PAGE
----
JUDAS PRIEST – Redeemer Of Souls

JUDAS PRIEST - Redeemer Of Souls
  • 8.5/10
    JUDAS PRIEST - Redeemer Of Souls - 8.5/10


Release date: July 8, 2014

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The Metal Gods hath returned amid death, doom, and destruction raining down upon the forsaken as soldiers born from the past on sad wings of destiny … powerful, unflinching, and proclaiming the Heavy Metal Faith like hellhounds on a full moon night! After 6 “long” years and a tour through the intimate, inner turmoils of Nostradamus, Judas Priest have released unto the Metal Community Redeemer Of Souls to once again show the world “how it is done” in the Traditional Metal/NWOBHM subgenre. This time, however, the band had a “new” writing nucleus … out went KK Downing, and (to join Glenn Tipton and Rob Halford) in came in his younger prototype, Richie Faulkner, who, for most in the Metal community, remained untested with respect to his creative song-writing acumen (let it be known, though, that Faulkner quickly established himself as substantially more talented at wielding his axe in a live setting than KK Downing could ever dream).

It’s difficult to specifically pull out Faulkner’s true “influence” on the sound or song structures within Redeemer Of Souls, but it’s clear the band took a more deliberate approach to their delivery this time around. Virtually all of the 13 tracks included are “thick” and dark sounding (if not Doomy) and generally all are mid to slow-tempo … yet very heavy. There’s one ballad – the last track “Beginning Of The End” – and a true Sabbath-esque track in “Crossfire” that could easily have fit in well on Black Sabbath’s first release – but the rest are true “Priest” with few frills or gimmicks – just chainsaw ripping guitars, Scott Travis’ signature drum pounding, Ian Hill’s thumping bass lines, and of course … of course … the platinum pipes of the Metal God himself, Mr. Halford.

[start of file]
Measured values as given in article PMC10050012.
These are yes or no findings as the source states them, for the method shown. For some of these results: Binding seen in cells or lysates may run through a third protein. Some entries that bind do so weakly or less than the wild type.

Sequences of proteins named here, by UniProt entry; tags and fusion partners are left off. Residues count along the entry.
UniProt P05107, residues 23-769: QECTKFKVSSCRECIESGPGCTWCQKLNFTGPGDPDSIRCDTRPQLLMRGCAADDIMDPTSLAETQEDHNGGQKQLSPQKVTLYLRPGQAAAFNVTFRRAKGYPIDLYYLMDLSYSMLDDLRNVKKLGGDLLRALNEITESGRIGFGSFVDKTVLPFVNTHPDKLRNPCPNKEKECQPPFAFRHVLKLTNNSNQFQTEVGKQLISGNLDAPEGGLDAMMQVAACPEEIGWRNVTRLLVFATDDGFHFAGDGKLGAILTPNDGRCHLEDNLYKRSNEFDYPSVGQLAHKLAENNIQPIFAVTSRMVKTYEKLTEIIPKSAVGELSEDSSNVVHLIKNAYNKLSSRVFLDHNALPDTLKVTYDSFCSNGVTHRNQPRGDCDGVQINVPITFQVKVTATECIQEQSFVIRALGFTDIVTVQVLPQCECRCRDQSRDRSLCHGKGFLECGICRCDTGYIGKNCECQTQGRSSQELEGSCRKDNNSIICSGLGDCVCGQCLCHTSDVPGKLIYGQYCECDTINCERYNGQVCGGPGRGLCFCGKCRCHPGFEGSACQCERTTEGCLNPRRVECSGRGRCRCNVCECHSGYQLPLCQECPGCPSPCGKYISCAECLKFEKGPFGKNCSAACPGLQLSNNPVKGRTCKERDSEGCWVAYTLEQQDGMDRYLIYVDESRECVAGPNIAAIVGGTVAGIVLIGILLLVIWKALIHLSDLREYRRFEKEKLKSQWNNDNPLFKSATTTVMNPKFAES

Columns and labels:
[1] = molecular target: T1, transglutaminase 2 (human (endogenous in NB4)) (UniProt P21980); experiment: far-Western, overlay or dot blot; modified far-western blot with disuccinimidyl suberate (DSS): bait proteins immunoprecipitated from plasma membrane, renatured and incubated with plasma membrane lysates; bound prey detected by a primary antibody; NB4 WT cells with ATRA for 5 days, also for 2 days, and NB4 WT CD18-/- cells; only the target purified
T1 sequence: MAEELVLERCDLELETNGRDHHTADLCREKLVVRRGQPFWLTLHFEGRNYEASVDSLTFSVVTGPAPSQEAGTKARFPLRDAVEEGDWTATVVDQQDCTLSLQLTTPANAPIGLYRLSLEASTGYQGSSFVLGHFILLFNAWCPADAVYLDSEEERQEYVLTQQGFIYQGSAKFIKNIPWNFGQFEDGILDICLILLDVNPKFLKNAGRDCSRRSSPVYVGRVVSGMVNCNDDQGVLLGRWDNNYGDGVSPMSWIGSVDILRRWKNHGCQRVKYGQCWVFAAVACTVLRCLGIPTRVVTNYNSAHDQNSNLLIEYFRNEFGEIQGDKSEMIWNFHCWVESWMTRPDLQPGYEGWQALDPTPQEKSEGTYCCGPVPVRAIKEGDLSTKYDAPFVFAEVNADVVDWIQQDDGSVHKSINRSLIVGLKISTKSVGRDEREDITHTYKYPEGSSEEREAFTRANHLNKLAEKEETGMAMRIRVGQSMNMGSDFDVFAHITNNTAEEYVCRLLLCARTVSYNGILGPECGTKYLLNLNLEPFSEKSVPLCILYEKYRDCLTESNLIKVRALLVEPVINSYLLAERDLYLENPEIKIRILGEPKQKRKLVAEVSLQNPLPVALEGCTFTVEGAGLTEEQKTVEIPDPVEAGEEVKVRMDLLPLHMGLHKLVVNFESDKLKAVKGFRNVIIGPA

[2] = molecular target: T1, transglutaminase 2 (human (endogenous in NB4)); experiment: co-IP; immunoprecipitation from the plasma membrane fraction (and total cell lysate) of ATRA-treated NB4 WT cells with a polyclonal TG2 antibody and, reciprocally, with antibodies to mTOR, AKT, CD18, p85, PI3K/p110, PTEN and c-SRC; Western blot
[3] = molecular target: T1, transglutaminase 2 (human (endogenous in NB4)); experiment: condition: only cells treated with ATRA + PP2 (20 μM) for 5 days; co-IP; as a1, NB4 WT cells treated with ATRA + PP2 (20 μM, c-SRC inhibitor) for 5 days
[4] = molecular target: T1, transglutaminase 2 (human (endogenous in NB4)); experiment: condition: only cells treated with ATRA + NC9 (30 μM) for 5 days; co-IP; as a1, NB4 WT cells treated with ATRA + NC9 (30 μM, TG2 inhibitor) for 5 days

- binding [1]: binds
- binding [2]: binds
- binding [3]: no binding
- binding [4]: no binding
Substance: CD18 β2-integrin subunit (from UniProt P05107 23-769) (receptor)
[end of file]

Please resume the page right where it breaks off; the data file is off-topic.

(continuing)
Redeemer Of Souls starts out with “Dragonaught”, which is the best opener Judas Priest has had for any album since “Electric Eye” from the Screaming For Vengeance release. From there, the quality diminishes just slightly, but there are really no clunkers, other than possibly the aforementioned “Crossfire,” which impresses with its initial Bluesy Doom riff only to have vocal lines that get tiresome quickly. Most of the tracks follow in some way the theme of the fictional Soul Redeemer character.

There is also a “Deluxe” version of Redeemer Of Souls, which includes 5 bonus studio tracks … unlike many bands who issue bonus tracks of clearly inferior quality, the 5 songs on offer here could EASILY have fit into the “main” CD (but perhaps not thematically). Four of the tracks follow the slow to mid-tempo format, whereas the last song is touching message to the millions of Metal fans around the world that The Priest has no intent of “calling it a day” just yet … and that’s just the message the Metal Community needed to hear. Hopefully it won’t take another 6 years for the next Judas Priest release … but enjoy now the likely top contender for 2014’s album of the year.


  • Dan Skiba

    Dan is a former partner at Metal Express Radio, and also served as a reviewer, photographer and interviewer on occasions. Based out of Indianapolis, USA he was first turned on to Hard Rock music in the mid-1970s when he purchased Deep Purple's Machine Head as his first album. He was immediately enthralled with the powerful guitar sound and pronounced drumbeat, and had to get more! His collection quickly expanded to include as many of Heavy Rock bands of the time that he could get his hands on, such as Ted Nugent, Judas Priest, and Black Sabbath, to name just a few.

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